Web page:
Having only 6 days to visit Jordan, I decide to hire a car and drive from Amman to Aqaba. The trip was great, safe and easy to navigate.
On the way back to Amman, in the middle of the night, the car’s tire burst. “Easy” I told myself, my dad spent time teaching me how to do that when I was a teenager. I set the emergency sign, pull out the tire, and start unscrewing the burst one until I discovered that the lug-nut wrench was idle.
I couldn’t believe that something like this may happen. I tried many times but it’s like turning the lug-nut wrench in water…no grab. I tried to call the agency, but no answer. The highway totally dark, I see a couple of houses 10 minutes walk from the car. I walk there, but no one in that village. My final option was to stop any car on the highway. Luckily my smartphone was charged, so I waved the torch until a car stopped. They were 5 guys, they put me on the side, and changed the tire in 5 minutes. I was relieved.
3 minutes later, the “new” tire burst.
I do the same again. This time, a huge truck stopped and tried to help, but the “new” tire was totally destroyed. He suggested to escort me to next village, so I drove slowly behind him on the destroyed tire for 30 minutes. Once there, the gas station was close. We continue again for another 15 minutes to find an open tire shop. The Palestinian truck driver offered me a tea and asked me to wait on the side while he talks to the guy. 10 minutes later, I had a new tire. The tire shop owner told me that the truck driver paid already for everything, I looked around for him, but he was gone.
Did you know...
- The official name of Jordan is the Hashemite Kingdom of Jordan.
- Jordan emerged from the post-World War I division of the Middle East made by Britain and France. Known as Transjordan from 1922, it was formally recognised by the UN as an independent sovereign kingdom in 1946.
- E. Lawrence, better known as Lawrence of Arabia, closely advised leaders of the Great Arab Revolt in Jordan during World War I. The revolt culminated in the surprise attack and defeat of the Turkish forces at the Battle of Aqaba, led from nearby Wadi Rum.
- The population of Transjordan was largely made up of tribes that had taken part in the Great Arab Revolt against the Ottoman Empire. In modern Jordan, those original inhabitants, known as East Bank Jordanians, are outnumbered by the descendants of Palestinian refugees from Israel and the West Bank.
- Jordan has a long history of accepting refugees. Positioned in the midst of turmoil, it has accepted vast numbers of refugees from surrounding conflicts. Most notably, the country has an estimated two million Palestinians and 1.4 million Syrian refugees residing in the country. In a nation of just 9.5 million people, this represents over a third of the population.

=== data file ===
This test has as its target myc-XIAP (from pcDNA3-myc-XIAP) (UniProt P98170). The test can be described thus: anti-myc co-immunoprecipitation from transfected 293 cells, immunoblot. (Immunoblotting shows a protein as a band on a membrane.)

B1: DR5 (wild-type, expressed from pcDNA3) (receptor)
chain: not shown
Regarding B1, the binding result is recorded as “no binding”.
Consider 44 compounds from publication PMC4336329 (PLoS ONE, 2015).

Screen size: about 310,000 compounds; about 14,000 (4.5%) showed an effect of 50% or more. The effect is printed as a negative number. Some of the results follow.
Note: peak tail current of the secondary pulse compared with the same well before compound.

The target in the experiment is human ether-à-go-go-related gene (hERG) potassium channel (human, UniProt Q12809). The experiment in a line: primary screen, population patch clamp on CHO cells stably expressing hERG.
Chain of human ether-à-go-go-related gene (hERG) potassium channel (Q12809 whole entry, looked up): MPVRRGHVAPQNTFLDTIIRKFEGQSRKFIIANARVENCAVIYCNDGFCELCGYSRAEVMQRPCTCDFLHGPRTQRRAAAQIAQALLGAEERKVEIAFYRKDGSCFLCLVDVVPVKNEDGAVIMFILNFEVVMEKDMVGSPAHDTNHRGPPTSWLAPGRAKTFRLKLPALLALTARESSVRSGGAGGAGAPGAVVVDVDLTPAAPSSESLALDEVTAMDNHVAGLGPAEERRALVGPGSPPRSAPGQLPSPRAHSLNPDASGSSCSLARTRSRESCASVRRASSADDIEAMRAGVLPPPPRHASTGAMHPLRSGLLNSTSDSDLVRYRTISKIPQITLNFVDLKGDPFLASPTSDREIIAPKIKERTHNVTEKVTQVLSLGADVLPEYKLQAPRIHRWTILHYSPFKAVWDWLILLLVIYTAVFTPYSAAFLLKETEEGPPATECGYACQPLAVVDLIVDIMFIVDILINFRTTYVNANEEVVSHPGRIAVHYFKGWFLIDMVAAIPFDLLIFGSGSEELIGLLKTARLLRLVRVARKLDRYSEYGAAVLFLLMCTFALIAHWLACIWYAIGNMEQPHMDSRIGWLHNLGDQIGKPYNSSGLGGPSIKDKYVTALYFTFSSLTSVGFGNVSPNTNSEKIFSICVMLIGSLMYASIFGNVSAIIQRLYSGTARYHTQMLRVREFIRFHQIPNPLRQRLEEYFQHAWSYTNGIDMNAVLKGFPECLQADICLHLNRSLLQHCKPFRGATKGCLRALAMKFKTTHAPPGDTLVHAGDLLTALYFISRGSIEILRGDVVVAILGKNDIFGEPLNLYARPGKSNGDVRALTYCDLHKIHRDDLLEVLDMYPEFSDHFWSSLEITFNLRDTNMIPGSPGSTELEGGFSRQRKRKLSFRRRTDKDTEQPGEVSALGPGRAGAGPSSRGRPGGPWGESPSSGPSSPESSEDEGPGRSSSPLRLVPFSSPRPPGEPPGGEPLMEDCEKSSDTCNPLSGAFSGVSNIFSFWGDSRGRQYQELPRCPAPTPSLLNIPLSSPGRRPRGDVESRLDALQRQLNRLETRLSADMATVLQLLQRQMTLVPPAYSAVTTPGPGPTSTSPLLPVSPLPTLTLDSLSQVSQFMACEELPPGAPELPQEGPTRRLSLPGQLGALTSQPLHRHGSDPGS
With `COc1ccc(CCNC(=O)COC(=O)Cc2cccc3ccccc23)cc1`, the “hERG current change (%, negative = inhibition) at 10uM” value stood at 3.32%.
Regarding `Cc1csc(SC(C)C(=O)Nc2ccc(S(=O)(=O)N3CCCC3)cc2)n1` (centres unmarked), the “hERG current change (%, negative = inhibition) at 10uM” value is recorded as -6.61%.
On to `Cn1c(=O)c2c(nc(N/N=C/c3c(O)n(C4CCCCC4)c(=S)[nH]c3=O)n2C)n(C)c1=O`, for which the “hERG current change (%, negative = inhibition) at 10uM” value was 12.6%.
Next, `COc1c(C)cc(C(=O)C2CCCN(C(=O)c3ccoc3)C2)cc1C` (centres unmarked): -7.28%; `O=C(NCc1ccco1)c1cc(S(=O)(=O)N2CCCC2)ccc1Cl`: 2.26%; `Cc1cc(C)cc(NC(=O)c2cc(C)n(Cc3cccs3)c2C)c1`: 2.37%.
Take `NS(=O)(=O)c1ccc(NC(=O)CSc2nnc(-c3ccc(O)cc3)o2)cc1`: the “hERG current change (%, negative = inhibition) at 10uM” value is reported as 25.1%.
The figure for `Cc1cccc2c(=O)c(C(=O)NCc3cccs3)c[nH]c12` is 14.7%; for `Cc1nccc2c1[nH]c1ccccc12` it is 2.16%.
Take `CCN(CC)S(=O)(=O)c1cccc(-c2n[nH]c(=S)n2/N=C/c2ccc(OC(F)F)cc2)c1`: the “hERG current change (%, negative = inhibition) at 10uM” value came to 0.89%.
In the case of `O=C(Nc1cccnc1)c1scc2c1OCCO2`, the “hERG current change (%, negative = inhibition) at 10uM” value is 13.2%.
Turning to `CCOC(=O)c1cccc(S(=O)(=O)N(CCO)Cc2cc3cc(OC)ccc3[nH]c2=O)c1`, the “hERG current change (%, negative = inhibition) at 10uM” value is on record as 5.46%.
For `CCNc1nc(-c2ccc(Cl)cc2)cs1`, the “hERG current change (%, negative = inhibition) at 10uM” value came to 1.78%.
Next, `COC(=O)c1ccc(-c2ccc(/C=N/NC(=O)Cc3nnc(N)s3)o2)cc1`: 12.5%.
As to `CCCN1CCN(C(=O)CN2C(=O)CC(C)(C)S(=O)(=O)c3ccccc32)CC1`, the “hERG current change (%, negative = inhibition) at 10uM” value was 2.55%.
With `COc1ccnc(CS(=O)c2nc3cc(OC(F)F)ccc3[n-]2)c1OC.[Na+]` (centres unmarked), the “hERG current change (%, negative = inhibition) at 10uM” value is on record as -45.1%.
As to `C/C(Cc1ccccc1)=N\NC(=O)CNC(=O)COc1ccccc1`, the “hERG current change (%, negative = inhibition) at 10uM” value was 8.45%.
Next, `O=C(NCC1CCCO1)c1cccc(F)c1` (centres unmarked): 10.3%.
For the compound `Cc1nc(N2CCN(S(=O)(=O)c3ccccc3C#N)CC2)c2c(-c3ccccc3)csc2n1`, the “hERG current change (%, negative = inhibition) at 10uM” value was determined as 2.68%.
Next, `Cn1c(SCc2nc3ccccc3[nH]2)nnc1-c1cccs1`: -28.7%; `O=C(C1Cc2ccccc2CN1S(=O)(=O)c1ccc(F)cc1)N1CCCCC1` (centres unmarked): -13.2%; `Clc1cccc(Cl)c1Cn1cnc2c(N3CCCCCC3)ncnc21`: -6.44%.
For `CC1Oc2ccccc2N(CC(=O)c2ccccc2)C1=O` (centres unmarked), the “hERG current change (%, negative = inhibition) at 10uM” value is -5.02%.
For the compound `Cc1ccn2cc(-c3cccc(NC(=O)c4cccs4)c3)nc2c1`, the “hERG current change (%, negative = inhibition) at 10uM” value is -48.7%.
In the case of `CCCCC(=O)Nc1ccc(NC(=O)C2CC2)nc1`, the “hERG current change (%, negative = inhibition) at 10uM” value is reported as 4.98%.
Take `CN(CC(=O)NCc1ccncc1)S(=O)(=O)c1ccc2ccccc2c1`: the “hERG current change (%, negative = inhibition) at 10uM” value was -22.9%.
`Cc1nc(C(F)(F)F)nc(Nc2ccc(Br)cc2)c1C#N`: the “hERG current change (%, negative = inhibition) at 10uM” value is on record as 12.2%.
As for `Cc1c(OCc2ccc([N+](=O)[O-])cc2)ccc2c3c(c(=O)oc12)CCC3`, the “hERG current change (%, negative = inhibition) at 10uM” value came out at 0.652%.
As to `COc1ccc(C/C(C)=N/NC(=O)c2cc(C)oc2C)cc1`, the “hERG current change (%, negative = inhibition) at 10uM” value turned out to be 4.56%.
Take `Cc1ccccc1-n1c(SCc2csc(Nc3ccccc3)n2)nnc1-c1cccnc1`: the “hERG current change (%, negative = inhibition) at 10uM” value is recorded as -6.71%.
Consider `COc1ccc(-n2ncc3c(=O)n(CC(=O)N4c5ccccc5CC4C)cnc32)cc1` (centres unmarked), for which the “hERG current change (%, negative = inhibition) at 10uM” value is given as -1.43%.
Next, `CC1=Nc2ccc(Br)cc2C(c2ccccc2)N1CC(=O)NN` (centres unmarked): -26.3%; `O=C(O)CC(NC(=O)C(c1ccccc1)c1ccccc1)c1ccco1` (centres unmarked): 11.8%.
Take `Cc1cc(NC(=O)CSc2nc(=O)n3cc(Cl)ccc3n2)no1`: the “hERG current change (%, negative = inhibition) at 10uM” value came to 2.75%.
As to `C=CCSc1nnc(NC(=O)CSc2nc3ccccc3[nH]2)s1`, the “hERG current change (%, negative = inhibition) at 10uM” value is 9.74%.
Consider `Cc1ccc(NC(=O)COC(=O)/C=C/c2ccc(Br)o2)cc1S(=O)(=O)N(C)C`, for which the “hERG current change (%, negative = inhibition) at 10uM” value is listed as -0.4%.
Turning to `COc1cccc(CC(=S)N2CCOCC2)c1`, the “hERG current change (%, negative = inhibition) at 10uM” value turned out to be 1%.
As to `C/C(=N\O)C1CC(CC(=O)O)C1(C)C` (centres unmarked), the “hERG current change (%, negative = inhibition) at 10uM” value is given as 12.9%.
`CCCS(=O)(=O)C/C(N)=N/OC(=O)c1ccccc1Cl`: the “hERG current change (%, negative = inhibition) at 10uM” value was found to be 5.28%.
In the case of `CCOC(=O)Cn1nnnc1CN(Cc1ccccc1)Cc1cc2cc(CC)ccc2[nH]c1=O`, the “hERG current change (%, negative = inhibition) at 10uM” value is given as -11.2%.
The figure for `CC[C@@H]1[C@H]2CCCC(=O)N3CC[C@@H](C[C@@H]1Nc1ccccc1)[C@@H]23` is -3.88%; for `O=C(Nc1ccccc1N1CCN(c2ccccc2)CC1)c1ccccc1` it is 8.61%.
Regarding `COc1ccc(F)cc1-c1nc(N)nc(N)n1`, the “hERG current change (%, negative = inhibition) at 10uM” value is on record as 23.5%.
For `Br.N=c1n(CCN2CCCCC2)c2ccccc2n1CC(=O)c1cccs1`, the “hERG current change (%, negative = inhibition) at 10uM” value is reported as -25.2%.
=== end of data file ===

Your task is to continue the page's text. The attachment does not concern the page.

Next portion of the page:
- Jordan is home to the ancient city of Petra. Known as “The Rose City” it is famous for its unique architecture carved directly into the rock face. It is also a UNESCO World Heritage Site and one of the New 7 Wonders of the World.
- The final scenes from Indiana Jones and the Last Crusade were filmed at Petra.
- The Palestinian territory of the West Bank was once part of Jordan. Following the Arab-Israeli conflict in 1948-49, the country annexed the West Bank – but lost it to Israel in the 1967 war.
- Alongside Egypt, Jordan is one of only two Arab nations to have made peace with Israel. In 1994, Jordan signed a peace treaty with Israel, ending the 46-year official state of war.
- Jordan is home to many biblical sites including, among others, the Jordan River where Jesus was babtised by John the Baptist, Mount Nebo where Moses died, as well as the sinful cities of Sodom and Gomorrah.
- The lowest point on Earth in terms of dry land is the shore of the Dead Sea in Jordan. It lies at 1,378ft (420m) beneath sea level.
- The waters of the Dead Sea are extremely saline which keeps bathers buoyant. With 34.2% salinity it is 9.6 times as salty as the ocean.
- The national flag of Jordan shows three equal horizontal bands of black (representing the Abbassid Caliphate), white (representing the Ummayyad Caliphate) and green (representing the Fatimid Caliphate), along with a red isosceles triangle on the hoist side, representing the Great Arab Revolt of 1916.
- In the centre of the red triangle, there is a seven point white star, representing the seven Suras (verses) of the opening of the Qur’an.
- The capital of Jordan, Amman, was once named Philadelphia. It was named after Ptolemy Philadelphus (283-246 BC) who rebuilt the city during his reign before Amman was taken by Herod around 30 BC and fell under the influence of Rome.